The surface morphology of the rat parotid gland was examined using four methods of preparation in various combination: (1) mechanical dissociation, (2) enzymatic dissociation, (3) microdissection, and (4) treatment with HCl. Examination of dissected fresh tissue at low magnification confirmed the organization of the gland as an elaborate system of branching ducts ending in clusters of grape-like acini. Mechanical dissociation revealed that: (1) the basal surface of the acinar cells are covered with a fine meshwork of fibrils about 50 nm in diameter. The fibrils always formed a dense reticulum spanning adjacent acinar cells (2) cell surfaces were covered with parallel rows of depressions, each row having a scalloped appearance, (3) individual cells sometimes had a single large furrow, parallel to the rows, giving a polarity to the cell. (4) Acinar cells were punctuated by crater-like depressions, on the order of 1 μm. (5) A large number of small (100 nm) pore-like structures was also a common feature. Following enzymatic dissociation, acinar cells appeared to have suffered considerable trauma. The cell surfaces were covered with a variety of evaginations similar to those seen in freshly dissociated cells observed under Nomarski illumination. Tissue treated with microdissection alone or in concert with 8N HCl revealed other surface features. Capillaries were found in abundance between and partially encircling individual acinar cells. Small axons were often seen accompanying capillaries and other small vessels. However, while capillaries tended to run only in the furrows between adjacent acinar cells, terminal axons separated from the vessels and coursed directly over the basal surface of the individual acinar cells. Terminal axons averaged 1 μm in diameter and were distinctly flattened as compared with capillaries. Axons appeared to end in a cluster of several minute petals. These terminations were always seen on the basal surface of the acinar cells. Structures possibly equivalent to the 'en passant' type of axon termination described by others in light and TEM were observed.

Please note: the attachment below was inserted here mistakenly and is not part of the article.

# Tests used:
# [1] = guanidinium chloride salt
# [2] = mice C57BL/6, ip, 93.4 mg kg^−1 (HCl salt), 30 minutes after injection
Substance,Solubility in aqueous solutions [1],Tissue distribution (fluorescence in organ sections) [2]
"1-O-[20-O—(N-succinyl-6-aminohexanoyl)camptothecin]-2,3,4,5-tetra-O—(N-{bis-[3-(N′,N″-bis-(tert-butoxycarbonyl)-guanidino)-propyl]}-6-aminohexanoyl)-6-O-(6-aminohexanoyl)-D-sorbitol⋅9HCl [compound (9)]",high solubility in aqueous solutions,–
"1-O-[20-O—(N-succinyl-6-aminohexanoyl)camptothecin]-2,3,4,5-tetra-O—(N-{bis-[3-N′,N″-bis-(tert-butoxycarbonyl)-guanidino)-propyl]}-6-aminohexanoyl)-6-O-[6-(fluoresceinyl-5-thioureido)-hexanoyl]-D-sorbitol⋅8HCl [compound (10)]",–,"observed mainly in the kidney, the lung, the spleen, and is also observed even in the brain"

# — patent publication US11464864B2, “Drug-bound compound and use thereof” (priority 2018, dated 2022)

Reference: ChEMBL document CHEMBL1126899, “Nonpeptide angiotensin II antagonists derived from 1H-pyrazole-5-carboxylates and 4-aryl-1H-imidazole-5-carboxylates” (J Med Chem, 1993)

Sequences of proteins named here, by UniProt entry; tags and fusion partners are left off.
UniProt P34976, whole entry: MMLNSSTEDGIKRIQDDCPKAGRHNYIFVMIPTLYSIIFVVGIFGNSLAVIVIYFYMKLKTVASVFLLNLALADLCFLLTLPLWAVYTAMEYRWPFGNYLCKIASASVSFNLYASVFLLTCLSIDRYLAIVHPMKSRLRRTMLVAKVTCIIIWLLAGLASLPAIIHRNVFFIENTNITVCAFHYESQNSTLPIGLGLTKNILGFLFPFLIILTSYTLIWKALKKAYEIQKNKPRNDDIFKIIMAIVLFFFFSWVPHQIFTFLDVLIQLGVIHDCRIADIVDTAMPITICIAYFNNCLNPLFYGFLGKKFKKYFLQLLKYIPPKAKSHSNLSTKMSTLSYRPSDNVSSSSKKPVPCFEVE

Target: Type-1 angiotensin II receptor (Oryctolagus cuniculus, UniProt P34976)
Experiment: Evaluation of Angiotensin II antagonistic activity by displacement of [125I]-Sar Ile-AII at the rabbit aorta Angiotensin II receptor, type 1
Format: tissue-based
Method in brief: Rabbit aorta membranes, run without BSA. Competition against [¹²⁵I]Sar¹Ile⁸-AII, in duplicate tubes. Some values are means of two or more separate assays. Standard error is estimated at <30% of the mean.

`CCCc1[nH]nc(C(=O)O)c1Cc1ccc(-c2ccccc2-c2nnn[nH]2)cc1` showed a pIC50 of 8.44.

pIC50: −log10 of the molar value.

|Original language||English (US)|
|Number of pages||9|
|Journal||Scanning Electron Microscopy|
|State||Published - Jan 1 1981|
ASJC Scopus subject areas
- Control and Systems Engineering